November 2, 2000, the University community gathered to celebrate
the installation of Chicago's 12th president in traditional academic
in richly colored robes and hoods, hundreds of men and women queued
along 59th Street, awaiting their marching orders. The University's
bagpipe band struck up a tune, the late-autumn sun appeared, and
the westward parade to Rockefeller Memorial Chapel and the University's
462nd Convocation moved forward.
morning of the celebration marking Don Michael Randel's installation
was almost business as usual. By noon, however, a quick-paced
lunch in Hutchinson Commons and North Lounge was fueling convocation
1 p.m., the first guests were entering Rockefeller Chapel, with
blue, maroon, or green-gold tickets in hand. Other members of
the campus community could watch the event on closed-circuit TV
in Ida Noyes Hall or via Webcast at their desks. Almost an hour
and a half later, to music by J. S. Bach, Gabrieli, Mozart, and
Handel, the procession moved down the aisle, and the contrapuntal
ceremony of words and music began.
of the Chapel Alison Boden gave the invocation; the Motet Choir
sang a Mozarabic chant and a 16th-century motet; Board of Trustees
chair Edgar Jannotta pronounced the president officially president;
and Don Michael Randel delivered his inaugural
Bach, this time a cantata whose final lines were emended to declare
in German: "May Randel live long! May Randel blossom!" Then, following
Chicago custom, the new president conferred honorary degrees upon
a group of scholars. David Aldous, a professor of statistics at
the University of California, Berkeley, received a Doctor of Science
degree for his contributions to mathematical probability and the
theory of computing. John Bahcall, the Richard Black professor
of natural sciences at the Institute for Advanced Study, was awarded
the Doctor of Science degree for his mathematical models of the
sun, instrumental in helping scientists detect neutrinos. Veena
Das, the Krieger-Eisenhower professor of anthropology at Johns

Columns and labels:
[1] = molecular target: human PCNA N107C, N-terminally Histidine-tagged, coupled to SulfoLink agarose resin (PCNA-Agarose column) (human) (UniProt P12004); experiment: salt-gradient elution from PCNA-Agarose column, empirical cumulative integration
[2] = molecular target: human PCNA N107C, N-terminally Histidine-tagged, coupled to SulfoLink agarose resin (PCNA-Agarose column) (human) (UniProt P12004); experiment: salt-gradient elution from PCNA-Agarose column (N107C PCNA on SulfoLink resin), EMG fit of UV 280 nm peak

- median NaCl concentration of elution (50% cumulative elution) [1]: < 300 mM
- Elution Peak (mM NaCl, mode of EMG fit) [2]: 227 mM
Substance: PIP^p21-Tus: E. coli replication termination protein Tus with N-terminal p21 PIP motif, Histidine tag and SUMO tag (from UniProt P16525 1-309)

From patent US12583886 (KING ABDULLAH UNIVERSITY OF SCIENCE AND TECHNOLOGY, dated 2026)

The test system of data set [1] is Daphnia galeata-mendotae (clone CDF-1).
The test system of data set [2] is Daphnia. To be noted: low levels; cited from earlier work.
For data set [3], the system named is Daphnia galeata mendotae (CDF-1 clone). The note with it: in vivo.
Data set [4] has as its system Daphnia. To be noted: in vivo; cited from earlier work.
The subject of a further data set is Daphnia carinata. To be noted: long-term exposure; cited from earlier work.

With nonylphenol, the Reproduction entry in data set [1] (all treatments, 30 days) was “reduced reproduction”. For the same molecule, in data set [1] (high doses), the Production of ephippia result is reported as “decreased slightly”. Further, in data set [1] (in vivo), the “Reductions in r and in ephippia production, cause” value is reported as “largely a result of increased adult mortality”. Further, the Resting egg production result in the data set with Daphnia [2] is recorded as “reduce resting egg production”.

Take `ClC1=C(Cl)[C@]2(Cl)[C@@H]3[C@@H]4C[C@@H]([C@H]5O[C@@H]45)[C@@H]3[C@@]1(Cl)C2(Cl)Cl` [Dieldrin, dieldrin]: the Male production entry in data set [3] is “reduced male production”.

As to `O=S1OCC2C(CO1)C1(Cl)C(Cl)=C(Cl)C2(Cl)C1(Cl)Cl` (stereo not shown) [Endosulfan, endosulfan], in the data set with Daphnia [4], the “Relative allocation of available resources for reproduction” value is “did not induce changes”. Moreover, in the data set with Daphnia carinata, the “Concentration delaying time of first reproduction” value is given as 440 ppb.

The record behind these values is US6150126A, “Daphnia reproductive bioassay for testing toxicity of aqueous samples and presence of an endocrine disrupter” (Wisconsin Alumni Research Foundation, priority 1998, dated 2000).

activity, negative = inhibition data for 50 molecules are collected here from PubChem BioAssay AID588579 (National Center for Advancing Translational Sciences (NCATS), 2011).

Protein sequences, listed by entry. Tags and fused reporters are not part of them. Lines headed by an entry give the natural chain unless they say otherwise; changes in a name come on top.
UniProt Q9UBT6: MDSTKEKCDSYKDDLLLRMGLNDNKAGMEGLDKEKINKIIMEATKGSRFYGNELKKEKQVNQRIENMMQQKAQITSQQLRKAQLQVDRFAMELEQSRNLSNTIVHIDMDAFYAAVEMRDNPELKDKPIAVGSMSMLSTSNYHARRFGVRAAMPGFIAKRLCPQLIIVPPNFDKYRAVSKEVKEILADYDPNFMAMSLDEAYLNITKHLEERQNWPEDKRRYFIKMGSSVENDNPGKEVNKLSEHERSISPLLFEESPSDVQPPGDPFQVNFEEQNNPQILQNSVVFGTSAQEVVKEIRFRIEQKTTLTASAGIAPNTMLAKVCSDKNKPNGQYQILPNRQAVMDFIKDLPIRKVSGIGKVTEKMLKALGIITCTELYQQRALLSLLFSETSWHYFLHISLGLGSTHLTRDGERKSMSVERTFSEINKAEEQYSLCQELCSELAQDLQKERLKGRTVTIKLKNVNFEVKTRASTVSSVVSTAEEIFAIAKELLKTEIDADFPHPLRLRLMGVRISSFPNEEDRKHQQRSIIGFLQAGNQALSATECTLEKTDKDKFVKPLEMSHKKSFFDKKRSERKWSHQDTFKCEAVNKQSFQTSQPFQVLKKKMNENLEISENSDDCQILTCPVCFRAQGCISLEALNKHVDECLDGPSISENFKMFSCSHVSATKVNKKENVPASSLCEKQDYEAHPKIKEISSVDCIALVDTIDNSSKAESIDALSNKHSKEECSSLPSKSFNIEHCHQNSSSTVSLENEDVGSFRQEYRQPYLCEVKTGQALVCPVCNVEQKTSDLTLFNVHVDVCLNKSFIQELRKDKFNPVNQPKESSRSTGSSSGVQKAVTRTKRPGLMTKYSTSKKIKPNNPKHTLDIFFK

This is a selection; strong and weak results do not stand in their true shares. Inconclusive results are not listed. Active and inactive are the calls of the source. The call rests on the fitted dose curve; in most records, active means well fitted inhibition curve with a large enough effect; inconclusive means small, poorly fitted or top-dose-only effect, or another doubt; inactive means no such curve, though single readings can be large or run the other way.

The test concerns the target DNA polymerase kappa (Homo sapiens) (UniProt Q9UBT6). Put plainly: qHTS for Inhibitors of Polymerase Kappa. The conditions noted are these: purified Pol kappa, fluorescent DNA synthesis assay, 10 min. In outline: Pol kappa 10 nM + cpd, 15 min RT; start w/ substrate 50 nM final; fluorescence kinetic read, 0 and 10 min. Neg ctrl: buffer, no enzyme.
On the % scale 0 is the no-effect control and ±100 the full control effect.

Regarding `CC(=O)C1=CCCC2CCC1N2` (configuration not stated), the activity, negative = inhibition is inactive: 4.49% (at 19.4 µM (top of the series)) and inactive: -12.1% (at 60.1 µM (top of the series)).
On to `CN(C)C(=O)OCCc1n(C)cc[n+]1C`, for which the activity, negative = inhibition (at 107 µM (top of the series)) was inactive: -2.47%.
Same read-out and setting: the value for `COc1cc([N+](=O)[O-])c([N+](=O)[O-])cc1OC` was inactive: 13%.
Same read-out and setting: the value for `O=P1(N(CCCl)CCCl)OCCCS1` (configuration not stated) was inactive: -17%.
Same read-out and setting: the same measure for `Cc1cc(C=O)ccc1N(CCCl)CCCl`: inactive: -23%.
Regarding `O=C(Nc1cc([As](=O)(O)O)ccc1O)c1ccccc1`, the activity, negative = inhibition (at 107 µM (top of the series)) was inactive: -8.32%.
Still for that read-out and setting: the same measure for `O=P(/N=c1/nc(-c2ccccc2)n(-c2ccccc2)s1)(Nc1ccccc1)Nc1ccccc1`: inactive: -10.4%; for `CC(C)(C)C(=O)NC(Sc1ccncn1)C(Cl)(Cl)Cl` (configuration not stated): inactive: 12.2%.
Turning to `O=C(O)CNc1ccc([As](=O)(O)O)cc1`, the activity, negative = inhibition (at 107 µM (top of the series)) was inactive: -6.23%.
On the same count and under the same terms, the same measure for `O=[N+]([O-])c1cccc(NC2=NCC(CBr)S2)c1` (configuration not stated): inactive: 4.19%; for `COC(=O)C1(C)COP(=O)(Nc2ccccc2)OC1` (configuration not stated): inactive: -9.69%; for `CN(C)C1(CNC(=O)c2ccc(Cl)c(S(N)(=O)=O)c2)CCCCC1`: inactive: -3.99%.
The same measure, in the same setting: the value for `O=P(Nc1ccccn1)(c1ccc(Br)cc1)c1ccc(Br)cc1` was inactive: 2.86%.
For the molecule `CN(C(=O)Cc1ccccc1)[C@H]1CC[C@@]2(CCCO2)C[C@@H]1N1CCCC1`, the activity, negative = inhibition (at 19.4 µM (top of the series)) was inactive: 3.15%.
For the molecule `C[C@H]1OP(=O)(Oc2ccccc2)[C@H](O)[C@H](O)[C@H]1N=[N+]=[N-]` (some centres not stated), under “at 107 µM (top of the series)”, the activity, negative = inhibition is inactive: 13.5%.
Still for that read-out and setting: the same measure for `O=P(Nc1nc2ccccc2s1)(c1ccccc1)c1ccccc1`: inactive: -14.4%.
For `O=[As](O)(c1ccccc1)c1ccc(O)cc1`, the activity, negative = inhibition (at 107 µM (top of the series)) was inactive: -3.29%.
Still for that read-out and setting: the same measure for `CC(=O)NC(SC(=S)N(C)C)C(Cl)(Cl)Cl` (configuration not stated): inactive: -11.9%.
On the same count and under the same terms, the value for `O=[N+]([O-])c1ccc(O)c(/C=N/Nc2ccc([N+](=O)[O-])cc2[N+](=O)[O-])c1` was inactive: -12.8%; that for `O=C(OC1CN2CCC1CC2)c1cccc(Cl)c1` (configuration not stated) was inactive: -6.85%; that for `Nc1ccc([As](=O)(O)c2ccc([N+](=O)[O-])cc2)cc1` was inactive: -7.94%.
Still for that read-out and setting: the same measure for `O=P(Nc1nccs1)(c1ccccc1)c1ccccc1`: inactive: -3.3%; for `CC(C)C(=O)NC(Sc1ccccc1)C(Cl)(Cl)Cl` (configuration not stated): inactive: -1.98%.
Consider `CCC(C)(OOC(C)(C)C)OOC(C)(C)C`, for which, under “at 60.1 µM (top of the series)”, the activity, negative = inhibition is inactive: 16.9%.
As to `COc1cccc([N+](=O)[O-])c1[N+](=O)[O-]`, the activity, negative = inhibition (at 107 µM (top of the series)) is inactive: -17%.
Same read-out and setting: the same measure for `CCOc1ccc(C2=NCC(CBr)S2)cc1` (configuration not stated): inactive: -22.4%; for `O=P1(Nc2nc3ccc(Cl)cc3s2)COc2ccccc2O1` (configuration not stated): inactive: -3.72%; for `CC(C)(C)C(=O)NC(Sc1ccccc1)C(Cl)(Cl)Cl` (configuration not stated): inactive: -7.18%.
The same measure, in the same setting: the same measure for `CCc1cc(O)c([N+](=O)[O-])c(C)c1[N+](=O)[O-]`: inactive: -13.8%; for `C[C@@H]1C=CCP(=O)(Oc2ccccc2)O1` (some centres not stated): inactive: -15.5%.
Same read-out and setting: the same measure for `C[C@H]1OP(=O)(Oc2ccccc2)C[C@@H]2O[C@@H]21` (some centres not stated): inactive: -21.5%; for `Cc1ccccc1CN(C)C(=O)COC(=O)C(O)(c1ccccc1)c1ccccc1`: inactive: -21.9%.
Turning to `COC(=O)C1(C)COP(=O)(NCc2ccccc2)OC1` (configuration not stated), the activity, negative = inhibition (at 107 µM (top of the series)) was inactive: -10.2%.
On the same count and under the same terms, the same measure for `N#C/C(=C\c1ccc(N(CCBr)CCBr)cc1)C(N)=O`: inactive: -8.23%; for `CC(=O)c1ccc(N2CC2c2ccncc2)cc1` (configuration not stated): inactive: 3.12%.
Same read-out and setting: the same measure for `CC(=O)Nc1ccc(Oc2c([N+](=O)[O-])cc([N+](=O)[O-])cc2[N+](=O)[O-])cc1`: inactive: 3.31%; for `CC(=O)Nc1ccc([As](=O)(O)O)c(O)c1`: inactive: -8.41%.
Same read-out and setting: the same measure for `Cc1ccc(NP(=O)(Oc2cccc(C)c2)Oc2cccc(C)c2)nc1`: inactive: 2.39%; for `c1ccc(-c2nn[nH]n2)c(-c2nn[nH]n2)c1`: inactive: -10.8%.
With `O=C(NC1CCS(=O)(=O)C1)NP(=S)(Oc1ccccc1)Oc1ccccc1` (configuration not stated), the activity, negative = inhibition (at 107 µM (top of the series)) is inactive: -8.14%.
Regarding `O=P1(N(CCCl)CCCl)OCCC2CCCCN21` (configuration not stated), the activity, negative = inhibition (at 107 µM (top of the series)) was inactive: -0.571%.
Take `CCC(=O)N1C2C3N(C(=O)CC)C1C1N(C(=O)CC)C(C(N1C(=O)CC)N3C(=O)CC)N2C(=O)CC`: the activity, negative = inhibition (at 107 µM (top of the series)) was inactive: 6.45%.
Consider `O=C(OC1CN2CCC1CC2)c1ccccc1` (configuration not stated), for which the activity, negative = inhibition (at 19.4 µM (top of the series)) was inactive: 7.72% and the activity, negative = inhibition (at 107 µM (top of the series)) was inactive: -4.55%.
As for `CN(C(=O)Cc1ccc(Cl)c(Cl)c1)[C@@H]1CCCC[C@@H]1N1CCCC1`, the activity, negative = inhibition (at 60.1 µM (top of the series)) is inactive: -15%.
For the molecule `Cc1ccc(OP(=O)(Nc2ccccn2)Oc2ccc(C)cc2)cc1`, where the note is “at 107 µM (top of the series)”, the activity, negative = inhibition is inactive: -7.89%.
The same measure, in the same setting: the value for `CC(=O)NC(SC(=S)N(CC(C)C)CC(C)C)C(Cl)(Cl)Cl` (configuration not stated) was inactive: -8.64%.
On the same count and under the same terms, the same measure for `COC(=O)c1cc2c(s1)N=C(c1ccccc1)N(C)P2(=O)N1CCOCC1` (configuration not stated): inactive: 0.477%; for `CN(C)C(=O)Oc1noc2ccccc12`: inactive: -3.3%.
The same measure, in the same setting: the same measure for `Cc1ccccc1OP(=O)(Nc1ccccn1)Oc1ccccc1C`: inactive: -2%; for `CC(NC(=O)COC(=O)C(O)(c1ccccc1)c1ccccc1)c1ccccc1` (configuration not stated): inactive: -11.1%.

Hopkins University, received a Doctor of Humane Letters degree
for her studies of the cultural processes by which civilizations
become national societies.
Davis Jr., a research professor of physics and astronomy at the
University of Pennsylvania, was awarded a Doctor of Science degree
for developing an experiment that directly demonstrated the nature
of the sun's nuclear-burning process. Charles Fillmore, professor
emeritus in linguistics at the University of California-Berkeley,
was presented a Doctor of Humane Letters degree in recognition
of his contributions to fundamental linguistic theory, especially
in the areas of syntax, semantics, and pragmatics.
Ives's A Contemplation of a Serious Matter or The Unanswered
Perennial Question provided an interlude, and Randel presented
more degrees. Martin Gellert, chief of the molecular genetics
section at the Laboratory of Molecular Biology for the National
Institute of Diabetes & Digestive & Kidney Diseases, was awarded
a Doctor of Science degree for his contributions to the field
of DNA recombination. Marc Kirschner, chair and the Carl W. Walter
professor of cell biology at Harvard Medical School received a
Doctor of Science degree for his work on the cell cycle, the cytoskeleton,
and the role of protein degradation in regulating cellular function.
Qiu Xigui, a distinguished service professor in Chinese language
and literature at Peking University, was awarded a Doctor of Humane
Letters degree for scholarship that revolutionized modern theories
of the early development of Chinese writing. Claude Steele, a
professor of psychology at Stanford University, received a Doctor
of Science degree for his work on prejudice, stereotypes, and
the development of self-worth. Alan Walker, a distinguished professor
of anthropology and biology at Pennsylvania State University,
received a Doctor of Science degree recognizing his work in paleobiology
and the role of hominids in human evolution.
Sevak, '02, president of Student Government, and Katharine L.
Bensen, AB'80, president of the Alumni Board of Governors, offered
welcomes. The "Alma Mater" was sung, the benediction given, and
the ceremony ended. To the "swinging peal" of the Rockefeller
carillon, everyone headed east to a huge white tent on the Midway.
Over the course of the evening, thousands stopped by for hot apple
cider, snacks, student musical performances, and the chance to
congratulate Don Randel.